A morning cup of coffee (or two or three); a run before breakfast; a dog walk before dinner; the brush, floss, wash, change ritual of bedtime—these are familiar routines. Be they healthy or harmful, these deliberate, repeated patterns lend shape to our daily lives, but they lack something fundamental that traditions possess.
Traditions connect us to history. The grace we now share was offered by our grandmother forty years before at a different table. These very same words embed us in a legacy that cups of coffee and tooth brushings are hard-pressed to do. But tradition, itself, is backward nodding, an honoring of what others deemed important. It is what we have chosen to carry forth, sometimes out of obligation, sometimes desire.
Whether we embrace or begrudge them, traditions that survive the generations must have merit, for what took immense pioneering effort can, in truth, be halted in an instant. The family reunion ceases when the host dies and no one volunteers to fill the post. The children leave the congregation. The family no longer gathers for dinner; grandmother’s graces have no venue. But what does survive, what we seek to keep alive for ourselves and all in our circle, brings a wave of continuity in an ever-changing human and natural landscape.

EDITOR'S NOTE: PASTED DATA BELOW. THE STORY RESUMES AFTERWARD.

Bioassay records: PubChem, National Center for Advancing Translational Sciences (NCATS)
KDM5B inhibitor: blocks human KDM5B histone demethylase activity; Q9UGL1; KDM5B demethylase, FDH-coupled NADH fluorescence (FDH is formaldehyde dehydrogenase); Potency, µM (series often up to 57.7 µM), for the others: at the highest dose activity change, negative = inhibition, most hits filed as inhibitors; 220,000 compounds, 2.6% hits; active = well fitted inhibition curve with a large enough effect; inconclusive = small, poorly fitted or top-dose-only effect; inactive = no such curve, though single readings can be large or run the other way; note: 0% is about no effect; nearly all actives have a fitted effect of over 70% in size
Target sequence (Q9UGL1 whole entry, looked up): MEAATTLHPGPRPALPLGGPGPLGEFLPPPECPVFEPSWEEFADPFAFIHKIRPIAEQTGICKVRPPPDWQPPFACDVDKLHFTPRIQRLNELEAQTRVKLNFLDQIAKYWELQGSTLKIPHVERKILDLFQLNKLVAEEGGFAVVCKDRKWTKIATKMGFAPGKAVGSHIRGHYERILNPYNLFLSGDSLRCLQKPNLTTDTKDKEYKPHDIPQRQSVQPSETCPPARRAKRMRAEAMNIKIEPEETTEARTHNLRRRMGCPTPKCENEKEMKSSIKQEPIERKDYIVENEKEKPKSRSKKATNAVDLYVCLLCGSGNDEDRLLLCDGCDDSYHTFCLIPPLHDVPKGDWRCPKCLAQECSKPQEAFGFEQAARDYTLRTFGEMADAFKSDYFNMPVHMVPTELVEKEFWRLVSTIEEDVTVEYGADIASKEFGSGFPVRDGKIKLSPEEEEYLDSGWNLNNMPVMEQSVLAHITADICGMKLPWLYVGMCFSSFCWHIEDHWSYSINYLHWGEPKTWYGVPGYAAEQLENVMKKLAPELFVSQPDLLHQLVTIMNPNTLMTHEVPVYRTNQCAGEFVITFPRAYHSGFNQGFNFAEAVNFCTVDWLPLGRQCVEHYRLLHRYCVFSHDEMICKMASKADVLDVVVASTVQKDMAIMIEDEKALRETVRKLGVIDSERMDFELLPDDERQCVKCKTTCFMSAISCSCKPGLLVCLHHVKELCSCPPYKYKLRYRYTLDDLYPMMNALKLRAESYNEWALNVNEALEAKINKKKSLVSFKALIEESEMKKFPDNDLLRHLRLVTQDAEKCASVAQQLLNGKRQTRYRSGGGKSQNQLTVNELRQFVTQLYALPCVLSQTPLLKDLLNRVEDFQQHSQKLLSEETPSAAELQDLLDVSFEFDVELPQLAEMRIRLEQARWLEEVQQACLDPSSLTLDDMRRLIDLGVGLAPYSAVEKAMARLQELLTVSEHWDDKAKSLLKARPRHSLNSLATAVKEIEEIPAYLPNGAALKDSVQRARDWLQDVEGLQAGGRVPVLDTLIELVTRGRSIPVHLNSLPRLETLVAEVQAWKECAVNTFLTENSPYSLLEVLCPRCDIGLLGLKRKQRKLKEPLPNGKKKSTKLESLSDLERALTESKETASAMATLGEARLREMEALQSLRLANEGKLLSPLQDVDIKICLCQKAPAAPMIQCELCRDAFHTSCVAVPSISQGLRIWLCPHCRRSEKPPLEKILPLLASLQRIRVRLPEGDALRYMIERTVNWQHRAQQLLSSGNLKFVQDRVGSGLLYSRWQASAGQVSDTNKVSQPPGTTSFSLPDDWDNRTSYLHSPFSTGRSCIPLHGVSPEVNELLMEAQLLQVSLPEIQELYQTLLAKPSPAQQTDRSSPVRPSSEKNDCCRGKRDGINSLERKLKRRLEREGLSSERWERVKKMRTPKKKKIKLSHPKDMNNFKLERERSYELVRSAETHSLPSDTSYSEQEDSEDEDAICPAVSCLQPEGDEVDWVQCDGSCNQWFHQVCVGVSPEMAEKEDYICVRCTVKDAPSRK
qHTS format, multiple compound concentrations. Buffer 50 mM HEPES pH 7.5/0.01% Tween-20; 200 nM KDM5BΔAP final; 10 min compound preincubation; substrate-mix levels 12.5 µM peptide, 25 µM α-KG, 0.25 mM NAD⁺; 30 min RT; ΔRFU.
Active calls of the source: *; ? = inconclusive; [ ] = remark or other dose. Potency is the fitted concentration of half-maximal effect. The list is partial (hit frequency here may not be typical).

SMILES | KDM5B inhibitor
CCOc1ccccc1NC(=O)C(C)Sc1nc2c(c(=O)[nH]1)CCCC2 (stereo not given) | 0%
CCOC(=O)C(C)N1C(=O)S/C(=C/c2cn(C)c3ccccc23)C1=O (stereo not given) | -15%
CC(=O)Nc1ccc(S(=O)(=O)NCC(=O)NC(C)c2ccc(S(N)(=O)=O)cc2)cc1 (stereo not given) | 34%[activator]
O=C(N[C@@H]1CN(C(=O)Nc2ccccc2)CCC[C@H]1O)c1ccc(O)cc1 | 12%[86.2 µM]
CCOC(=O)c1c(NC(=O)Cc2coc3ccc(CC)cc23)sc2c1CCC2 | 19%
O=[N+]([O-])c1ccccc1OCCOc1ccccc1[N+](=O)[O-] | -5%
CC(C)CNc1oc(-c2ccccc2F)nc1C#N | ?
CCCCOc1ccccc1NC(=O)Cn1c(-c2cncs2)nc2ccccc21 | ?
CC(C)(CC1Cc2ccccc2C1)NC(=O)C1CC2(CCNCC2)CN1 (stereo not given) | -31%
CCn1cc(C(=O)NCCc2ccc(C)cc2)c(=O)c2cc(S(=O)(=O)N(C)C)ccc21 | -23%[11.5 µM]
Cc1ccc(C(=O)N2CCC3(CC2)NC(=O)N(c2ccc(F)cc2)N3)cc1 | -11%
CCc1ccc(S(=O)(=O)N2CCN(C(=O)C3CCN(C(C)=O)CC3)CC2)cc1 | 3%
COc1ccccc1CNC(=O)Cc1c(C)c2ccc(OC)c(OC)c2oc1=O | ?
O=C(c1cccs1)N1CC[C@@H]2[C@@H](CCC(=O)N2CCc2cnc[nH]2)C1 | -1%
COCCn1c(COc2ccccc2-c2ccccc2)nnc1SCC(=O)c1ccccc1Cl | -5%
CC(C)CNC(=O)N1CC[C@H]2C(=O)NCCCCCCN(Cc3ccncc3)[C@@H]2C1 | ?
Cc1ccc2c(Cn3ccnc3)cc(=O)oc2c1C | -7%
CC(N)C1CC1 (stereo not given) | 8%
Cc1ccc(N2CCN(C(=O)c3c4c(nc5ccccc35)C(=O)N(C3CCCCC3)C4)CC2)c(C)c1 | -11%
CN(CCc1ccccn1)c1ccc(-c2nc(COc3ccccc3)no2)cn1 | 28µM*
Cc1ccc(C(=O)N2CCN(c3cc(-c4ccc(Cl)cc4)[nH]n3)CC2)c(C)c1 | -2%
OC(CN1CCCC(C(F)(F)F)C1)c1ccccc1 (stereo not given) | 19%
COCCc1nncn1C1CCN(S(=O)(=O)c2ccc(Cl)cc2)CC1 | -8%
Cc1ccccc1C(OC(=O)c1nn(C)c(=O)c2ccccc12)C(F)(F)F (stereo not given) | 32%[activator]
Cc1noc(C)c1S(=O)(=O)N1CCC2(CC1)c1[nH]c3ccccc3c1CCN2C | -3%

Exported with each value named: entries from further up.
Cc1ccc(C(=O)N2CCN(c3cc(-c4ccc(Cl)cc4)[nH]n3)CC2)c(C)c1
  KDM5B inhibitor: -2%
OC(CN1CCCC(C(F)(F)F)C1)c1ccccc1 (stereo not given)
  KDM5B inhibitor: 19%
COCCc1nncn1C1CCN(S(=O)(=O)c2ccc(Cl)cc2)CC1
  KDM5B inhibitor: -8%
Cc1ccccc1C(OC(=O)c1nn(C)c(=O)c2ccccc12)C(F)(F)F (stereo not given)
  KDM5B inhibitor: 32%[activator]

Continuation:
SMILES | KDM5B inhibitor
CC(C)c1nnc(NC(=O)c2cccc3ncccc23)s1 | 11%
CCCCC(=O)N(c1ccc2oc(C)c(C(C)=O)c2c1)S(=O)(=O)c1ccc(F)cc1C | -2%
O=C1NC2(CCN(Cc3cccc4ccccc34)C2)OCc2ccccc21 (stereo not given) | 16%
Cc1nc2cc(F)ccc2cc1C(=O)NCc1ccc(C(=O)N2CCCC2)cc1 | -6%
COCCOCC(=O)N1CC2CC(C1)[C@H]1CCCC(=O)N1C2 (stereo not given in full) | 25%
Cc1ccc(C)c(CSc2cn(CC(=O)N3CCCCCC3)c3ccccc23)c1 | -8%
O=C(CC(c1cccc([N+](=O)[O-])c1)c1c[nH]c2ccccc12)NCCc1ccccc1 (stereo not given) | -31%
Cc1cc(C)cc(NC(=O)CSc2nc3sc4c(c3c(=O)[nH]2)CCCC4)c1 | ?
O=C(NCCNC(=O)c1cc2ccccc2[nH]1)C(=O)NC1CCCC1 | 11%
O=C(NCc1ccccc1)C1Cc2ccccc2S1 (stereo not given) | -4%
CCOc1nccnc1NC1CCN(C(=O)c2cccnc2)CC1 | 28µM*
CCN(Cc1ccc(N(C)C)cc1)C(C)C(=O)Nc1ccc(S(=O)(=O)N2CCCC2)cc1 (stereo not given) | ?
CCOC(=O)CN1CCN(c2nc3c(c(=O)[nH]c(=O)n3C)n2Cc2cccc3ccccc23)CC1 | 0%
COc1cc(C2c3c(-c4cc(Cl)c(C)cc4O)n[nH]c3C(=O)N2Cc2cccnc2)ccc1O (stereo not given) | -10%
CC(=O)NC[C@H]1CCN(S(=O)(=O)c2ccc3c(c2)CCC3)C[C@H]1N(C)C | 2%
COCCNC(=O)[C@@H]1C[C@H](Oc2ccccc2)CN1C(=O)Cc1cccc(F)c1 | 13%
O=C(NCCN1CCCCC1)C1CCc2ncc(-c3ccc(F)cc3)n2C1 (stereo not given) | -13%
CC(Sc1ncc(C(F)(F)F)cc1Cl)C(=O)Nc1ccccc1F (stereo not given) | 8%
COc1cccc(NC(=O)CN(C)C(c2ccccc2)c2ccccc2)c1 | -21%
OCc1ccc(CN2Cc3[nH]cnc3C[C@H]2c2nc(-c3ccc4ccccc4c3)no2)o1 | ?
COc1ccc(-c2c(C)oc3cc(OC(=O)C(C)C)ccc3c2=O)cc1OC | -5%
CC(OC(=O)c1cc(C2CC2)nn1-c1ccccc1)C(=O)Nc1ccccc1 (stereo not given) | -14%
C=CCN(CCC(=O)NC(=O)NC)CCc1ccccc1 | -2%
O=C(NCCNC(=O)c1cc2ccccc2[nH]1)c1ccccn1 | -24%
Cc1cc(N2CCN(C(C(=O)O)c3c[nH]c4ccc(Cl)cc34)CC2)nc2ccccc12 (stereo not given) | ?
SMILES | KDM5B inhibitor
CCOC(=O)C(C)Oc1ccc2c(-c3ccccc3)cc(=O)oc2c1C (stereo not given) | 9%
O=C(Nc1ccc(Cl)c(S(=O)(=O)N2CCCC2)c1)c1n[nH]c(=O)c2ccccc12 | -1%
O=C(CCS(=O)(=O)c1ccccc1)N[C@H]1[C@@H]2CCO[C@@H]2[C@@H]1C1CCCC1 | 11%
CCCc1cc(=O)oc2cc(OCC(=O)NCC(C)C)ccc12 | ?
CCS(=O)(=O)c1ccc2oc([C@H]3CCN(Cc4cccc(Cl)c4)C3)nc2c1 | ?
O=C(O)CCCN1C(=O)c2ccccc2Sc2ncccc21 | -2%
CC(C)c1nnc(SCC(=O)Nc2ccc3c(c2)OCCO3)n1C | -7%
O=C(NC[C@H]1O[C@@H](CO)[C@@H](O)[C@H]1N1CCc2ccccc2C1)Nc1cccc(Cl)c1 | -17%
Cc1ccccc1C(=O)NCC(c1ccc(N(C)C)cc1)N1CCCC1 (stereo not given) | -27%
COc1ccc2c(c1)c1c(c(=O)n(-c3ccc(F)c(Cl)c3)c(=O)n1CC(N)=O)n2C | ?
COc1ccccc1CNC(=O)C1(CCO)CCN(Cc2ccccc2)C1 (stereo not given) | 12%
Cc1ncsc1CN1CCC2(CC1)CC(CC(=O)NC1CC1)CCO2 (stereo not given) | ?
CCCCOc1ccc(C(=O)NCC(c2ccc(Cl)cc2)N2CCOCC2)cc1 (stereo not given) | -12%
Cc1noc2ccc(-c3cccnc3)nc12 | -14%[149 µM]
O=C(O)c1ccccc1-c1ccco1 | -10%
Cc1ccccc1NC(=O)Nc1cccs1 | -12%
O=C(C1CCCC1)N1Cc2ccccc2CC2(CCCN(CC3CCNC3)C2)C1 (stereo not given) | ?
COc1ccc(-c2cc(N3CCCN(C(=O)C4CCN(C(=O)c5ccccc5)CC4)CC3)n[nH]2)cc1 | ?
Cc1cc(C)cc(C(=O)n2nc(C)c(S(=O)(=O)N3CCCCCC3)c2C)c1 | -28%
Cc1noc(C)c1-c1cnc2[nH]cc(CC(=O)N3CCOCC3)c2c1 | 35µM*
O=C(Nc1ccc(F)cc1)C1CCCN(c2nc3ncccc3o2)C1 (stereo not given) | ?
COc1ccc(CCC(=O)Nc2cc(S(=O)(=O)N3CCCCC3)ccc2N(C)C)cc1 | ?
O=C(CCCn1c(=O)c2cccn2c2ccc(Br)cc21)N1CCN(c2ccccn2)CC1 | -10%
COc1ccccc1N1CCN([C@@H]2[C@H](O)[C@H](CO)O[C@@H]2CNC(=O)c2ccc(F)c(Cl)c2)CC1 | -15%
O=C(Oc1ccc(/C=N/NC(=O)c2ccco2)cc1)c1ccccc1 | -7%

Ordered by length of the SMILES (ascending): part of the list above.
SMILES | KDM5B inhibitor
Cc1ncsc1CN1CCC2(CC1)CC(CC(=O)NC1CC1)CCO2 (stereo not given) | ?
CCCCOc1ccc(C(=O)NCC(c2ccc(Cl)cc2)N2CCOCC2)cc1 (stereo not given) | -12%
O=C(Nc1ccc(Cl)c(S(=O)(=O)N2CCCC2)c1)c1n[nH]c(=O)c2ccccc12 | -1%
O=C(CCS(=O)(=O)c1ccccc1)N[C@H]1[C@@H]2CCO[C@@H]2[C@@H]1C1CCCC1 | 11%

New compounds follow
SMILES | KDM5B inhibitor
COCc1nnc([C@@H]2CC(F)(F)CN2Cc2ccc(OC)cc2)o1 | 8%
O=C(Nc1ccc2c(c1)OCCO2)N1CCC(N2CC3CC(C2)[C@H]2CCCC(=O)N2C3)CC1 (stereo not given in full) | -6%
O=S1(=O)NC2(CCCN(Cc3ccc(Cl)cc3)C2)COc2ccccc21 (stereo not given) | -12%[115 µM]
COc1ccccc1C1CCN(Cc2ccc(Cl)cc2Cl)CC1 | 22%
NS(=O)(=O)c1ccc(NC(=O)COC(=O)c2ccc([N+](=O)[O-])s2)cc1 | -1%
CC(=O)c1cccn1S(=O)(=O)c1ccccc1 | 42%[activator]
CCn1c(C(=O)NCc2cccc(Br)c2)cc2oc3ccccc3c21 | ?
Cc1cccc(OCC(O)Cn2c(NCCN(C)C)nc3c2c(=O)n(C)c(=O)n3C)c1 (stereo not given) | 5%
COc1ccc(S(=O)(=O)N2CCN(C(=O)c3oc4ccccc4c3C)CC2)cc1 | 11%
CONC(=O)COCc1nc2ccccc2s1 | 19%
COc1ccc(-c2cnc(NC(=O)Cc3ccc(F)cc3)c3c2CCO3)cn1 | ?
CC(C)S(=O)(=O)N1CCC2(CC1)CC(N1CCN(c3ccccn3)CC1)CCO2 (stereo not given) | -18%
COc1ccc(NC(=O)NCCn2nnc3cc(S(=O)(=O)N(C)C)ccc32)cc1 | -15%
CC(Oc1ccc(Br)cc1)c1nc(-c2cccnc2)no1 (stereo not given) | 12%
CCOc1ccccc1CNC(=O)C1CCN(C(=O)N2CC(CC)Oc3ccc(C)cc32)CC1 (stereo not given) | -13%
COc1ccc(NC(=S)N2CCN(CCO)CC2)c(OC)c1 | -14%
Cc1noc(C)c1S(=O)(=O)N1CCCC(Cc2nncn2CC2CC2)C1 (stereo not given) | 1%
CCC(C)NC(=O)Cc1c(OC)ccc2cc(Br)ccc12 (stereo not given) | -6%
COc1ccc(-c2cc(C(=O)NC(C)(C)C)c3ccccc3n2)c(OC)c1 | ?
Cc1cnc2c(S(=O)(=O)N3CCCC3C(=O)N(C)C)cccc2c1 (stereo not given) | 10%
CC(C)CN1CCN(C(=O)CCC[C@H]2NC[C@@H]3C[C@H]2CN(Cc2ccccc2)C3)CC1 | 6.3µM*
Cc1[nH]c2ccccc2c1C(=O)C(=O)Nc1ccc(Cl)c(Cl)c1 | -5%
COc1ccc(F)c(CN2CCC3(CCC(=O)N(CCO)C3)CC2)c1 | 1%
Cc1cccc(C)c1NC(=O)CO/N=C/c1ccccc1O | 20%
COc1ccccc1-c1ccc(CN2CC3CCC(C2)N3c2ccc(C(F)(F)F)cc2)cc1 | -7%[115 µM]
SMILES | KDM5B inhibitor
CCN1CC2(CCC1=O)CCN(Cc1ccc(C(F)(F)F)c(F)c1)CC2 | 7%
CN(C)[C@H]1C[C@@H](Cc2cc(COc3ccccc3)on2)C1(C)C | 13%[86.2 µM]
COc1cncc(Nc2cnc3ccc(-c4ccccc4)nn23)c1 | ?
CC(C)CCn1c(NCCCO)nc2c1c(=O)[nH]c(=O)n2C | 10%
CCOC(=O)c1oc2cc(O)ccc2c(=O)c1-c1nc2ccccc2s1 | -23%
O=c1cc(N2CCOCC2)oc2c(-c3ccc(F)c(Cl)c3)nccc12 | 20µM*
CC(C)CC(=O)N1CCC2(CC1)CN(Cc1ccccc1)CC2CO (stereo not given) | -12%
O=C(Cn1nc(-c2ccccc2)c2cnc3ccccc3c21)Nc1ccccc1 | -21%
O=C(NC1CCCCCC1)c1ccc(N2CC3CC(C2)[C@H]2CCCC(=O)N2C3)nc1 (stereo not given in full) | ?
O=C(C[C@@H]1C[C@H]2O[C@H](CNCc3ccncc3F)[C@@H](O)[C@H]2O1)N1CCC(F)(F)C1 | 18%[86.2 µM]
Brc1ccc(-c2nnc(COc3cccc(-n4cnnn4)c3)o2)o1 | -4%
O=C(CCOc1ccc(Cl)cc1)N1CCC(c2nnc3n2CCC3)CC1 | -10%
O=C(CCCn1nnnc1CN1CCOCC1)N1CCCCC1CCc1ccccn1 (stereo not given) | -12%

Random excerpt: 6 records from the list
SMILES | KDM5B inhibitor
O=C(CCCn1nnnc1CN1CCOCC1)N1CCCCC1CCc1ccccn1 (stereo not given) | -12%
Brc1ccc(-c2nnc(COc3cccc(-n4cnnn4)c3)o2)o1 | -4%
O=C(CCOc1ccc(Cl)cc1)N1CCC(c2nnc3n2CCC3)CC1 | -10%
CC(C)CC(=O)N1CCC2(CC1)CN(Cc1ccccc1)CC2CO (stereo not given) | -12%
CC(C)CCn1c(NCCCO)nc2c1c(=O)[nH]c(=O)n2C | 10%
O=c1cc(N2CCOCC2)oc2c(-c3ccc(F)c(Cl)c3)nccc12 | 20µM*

What is it about this sameness that creates some deeper sense of connectedness, that we weren’t the only ones to inhabit a particular place or speak certain words? What is it about seeing our name on the same plaque as our grandfather or great grandfather for catching the largest fish of the season on a remote Maine pond? Why do we return again and again for the same experience?
At West Branch Pond Camps, it might be as simple as the smell of fresh bread, how it rides the air currents out of the kitchen and finds the nostrils of the porch sitters, ensconced in a game of spades. We can almost taste the warm, hot-buttered goodness, and we can certainly remember so many times of biting in, with family members—some gone, some much older now—the same recipe, the same satisfaction. We love what we know. Predictability breeds comfort.
But comfort, alone, is not what we seek. While tradition furnishes the framework, mystery supplies the stories. And it is these very stories that distinguish the years of experiences in the same setting—the year we tipped the canoe trying to reel in the big one, the year the rain never stopped and nor did it stop us, the year mom first lost the cribbage tournament. When we honor tradition and simultaneously open to the mystery of the present moment, magic arises.
Ralph Waldo Emerson said, “…man postpones or remembers; he does not live in the present, but with reverted eye laments the past, or, heedless of the riches that surround him, stands on tiptoe to foresee the future. He cannot be happy and strong until he, too, lives with nature in the present, above time.” Tradition might get us to camp, but we must do the work of truly arriving each time, of coming into presence with all that breathes around us. Alert senses. Quiet mind. Open heart. Nature offers freely the experiences that embed the traditions even deeper.
Heraclitus so poignantly reminds us: “You cannot step into the same river twice.”
Photo and video by Daniel Casado. Text by Jenn Barton.